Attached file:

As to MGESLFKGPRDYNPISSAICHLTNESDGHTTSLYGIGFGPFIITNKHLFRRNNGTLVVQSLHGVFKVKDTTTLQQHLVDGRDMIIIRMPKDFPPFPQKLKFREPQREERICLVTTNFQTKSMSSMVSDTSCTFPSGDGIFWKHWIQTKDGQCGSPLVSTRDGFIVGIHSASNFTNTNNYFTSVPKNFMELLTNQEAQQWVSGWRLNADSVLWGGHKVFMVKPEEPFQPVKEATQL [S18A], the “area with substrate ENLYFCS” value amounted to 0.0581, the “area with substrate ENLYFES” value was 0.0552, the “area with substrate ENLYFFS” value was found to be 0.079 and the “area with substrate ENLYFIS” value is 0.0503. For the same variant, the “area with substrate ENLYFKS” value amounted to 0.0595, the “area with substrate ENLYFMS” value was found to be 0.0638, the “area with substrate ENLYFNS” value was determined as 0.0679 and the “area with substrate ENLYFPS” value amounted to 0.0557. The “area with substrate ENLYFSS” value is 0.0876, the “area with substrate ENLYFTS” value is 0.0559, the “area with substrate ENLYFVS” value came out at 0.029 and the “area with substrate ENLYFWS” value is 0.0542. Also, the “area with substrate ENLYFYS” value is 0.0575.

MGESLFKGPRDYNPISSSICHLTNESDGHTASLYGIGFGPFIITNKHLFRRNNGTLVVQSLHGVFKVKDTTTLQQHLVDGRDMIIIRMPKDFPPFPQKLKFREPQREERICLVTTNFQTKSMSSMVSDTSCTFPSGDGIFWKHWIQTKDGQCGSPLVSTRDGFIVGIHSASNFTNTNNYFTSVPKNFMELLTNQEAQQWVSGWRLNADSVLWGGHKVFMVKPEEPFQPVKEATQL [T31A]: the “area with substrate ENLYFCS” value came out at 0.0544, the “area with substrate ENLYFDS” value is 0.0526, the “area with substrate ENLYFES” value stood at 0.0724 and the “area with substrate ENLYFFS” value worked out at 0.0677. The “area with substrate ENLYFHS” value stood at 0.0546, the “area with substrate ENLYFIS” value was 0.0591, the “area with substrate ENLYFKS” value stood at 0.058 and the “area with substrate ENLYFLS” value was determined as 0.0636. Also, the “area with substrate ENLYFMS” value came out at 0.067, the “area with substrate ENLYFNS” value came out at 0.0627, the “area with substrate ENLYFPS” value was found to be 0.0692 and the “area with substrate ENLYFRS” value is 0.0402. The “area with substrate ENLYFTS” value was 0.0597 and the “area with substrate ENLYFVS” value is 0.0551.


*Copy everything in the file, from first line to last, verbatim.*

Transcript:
As to MGESLFKGPRDYNPISSAICHLTNESDGHTTSLYGIGFGPFIITNKHLFRRNNGTLVVQSLHGVFKVKDTTTLQQHLVDGRDMIIIRMPKDFPPFPQKLKFREPQREERICLVTTNFQTKSMSSMVSDTSCTFPSGDGIFWKHWIQTKDGQCGSPLVSTRDGFIVGIHSASNFTNTNNYFTSVPKNFMELLTNQEAQQWVSGWRLNADSVLWGGHKVFMVKPEEPFQPVKEATQL [S18A], the “area with substrate ENLYFCS” value amounted to 0.0581, the “area with substrate ENLYFES” value was 0.0552, the “area with substrate ENLYFFS” value was found to be 0.079 and the “area with substrate ENLYFIS” value is 0.0503. For the same variant, the “area with substrate ENLYFKS” value amounted to 0.0595, the “area with substrate ENLYFMS” value was found to be 0.0638, the “area with substrate ENLYFNS” value was determined as 0.0679 and the “area with substrate ENLYFPS” value amounted to 0.0557. The “area with substrate ENLYFSS” value is 0.0876, the “area with substrate ENLYFTS” value is 0.0559, the “area with substrate ENLYFVS” value came out at 0.029 and the “area with substrate ENLYFWS” value is 0.0542. Also, the “area with substrate ENLYFYS” value is 0.0575.

MGESLFKGPRDYNPISSSICHLTNESDGHTASLYGIGFGPFIITNKHLFRRNNGTLVVQSLHGVFKVKDTTTLQQHLVDGRDMIIIRMPKDFPPFPQKLKFREPQREERICLVTTNFQTKSMSSMVSDTSCTFPSGDGIFWKHWIQTKDGQCGSPLVSTRDGFIVGIHSASNFTNTNNYFTSVPKNFMELLTNQEAQQWVSGWRLNADSVLWGGHKVFMVKPEEPFQPVKEATQL [T31A]: the “area with substrate ENLYFCS” value came out at 0.0544, the “area with substrate ENLYFDS” value is 0.0526, the “area with substrate ENLYFES” value stood at 0.0724 and the “area with substrate ENLYFFS” value worked out at 0.0677. The “area with substrate ENLYFHS” value stood at 0.0546, the “area with substrate ENLYFIS” value was 0.0591, the “area with substrate ENLYFKS” value stood at 0.058 and the “area with substrate ENLYFLS” value was determined as 0.0636. Also, the “area with substrate ENLYFMS” value came out at 0.067, the “area with substrate ENLYFNS” value came out at 0.0627, the “area with substrate ENLYFPS” value was found to be 0.0692 and the “area with substrate ENLYFRS” value is 0.0402. The “area with substrate ENLYFTS” value was 0.0597 and the “area with substrate ENLYFVS” value is 0.0551.